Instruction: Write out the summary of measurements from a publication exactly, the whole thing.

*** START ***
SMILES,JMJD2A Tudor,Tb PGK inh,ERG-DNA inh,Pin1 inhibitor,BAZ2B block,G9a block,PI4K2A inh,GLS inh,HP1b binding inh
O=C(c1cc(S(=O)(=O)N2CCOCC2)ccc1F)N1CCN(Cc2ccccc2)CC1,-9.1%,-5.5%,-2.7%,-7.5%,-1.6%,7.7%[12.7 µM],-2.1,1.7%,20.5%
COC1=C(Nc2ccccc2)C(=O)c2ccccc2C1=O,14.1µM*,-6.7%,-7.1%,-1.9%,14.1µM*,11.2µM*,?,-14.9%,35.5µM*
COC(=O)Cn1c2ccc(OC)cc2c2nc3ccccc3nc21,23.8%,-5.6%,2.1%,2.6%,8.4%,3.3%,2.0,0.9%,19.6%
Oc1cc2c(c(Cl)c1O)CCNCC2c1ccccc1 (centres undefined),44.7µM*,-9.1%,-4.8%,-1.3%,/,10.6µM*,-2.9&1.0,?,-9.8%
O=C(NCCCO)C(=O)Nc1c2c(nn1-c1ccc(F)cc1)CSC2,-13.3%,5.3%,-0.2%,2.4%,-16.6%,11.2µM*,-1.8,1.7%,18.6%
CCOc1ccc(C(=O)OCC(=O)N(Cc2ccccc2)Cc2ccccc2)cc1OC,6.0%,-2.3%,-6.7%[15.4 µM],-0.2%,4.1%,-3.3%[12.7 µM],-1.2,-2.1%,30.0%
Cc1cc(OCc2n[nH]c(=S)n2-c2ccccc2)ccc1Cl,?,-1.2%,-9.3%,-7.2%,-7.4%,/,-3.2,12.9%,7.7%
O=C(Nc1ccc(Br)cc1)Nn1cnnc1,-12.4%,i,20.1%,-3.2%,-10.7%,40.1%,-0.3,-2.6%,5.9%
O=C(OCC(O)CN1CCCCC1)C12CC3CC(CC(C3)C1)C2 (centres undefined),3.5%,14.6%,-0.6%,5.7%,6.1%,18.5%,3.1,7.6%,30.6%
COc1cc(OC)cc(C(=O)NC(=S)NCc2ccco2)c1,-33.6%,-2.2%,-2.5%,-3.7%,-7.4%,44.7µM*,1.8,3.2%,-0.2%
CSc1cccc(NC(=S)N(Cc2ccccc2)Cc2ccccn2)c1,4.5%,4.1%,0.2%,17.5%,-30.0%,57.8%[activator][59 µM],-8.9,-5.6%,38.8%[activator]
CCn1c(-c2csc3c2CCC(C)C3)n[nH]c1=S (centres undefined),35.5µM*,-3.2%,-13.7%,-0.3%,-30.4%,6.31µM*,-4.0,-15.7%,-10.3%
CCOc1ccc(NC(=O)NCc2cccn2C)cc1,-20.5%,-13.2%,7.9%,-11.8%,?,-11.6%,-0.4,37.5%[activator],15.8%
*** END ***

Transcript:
SMILES,JMJD2A Tudor,Tb PGK inh,ERG-DNA inh,Pin1 inhibitor,BAZ2B block,G9a block,PI4K2A inh,GLS inh,HP1b binding inh
O=C(c1cc(S(=O)(=O)N2CCOCC2)ccc1F)N1CCN(Cc2ccccc2)CC1,-9.1%,-5.5%,-2.7%,-7.5%,-1.6%,7.7%[12.7 µM],-2.1,1.7%,20.5%
COC1=C(Nc2ccccc2)C(=O)c2ccccc2C1=O,14.1µM*,-6.7%,-7.1%,-1.9%,14.1µM*,11.2µM*,?,-14.9%,35.5µM*
COC(=O)Cn1c2ccc(OC)cc2c2nc3ccccc3nc21,23.8%,-5.6%,2.1%,2.6%,8.4%,3.3%,2.0,0.9%,19.6%
Oc1cc2c(c(Cl)c1O)CCNCC2c1ccccc1 (centres undefined),44.7µM*,-9.1%,-4.8%,-1.3%,/,10.6µM*,-2.9&1.0,?,-9.8%
O=C(NCCCO)C(=O)Nc1c2c(nn1-c1ccc(F)cc1)CSC2,-13.3%,5.3%,-0.2%,2.4%,-16.6%,11.2µM*,-1.8,1.7%,18.6%
CCOc1ccc(C(=O)OCC(=O)N(Cc2ccccc2)Cc2ccccc2)cc1OC,6.0%,-2.3%,-6.7%[15.4 µM],-0.2%,4.1%,-3.3%[12.7 µM],-1.2,-2.1%,30.0%
Cc1cc(OCc2n[nH]c(=S)n2-c2ccccc2)ccc1Cl,?,-1.2%,-9.3%,-7.2%,-7.4%,/,-3.2,12.9%,7.7%
O=C(Nc1ccc(Br)cc1)Nn1cnnc1,-12.4%,i,20.1%,-3.2%,-10.7%,40.1%,-0.3,-2.6%,5.9%
O=C(OCC(O)CN1CCCCC1)C12CC3CC(CC(C3)C1)C2 (centres undefined),3.5%,14.6%,-0.6%,5.7%,6.1%,18.5%,3.1,7.6%,30.6%
COc1cc(OC)cc(C(=O)NC(=S)NCc2ccco2)c1,-33.6%,-2.2%,-2.5%,-3.7%,-7.4%,44.7µM*,1.8,3.2%,-0.2%
CSc1cccc(NC(=S)N(Cc2ccccc2)Cc2ccccn2)c1,4.5%,4.1%,0.2%,17.5%,-30.0%,57.8%[activator][59 µM],-8.9,-5.6%,38.8%[activator]
CCn1c(-c2csc3c2CCC(C)C3)n[nH]c1=S (centres undefined),35.5µM*,-3.2%,-13.7%,-0.3%,-30.4%,6.31µM*,-4.0,-15.7%,-10.3%
CCOc1ccc(NC(=O)NCc2cccn2C)cc1,-20.5%,-13.2%,7.9%,-11.8%,?,-11.6%,-0.4,37.5%[activator],15.8%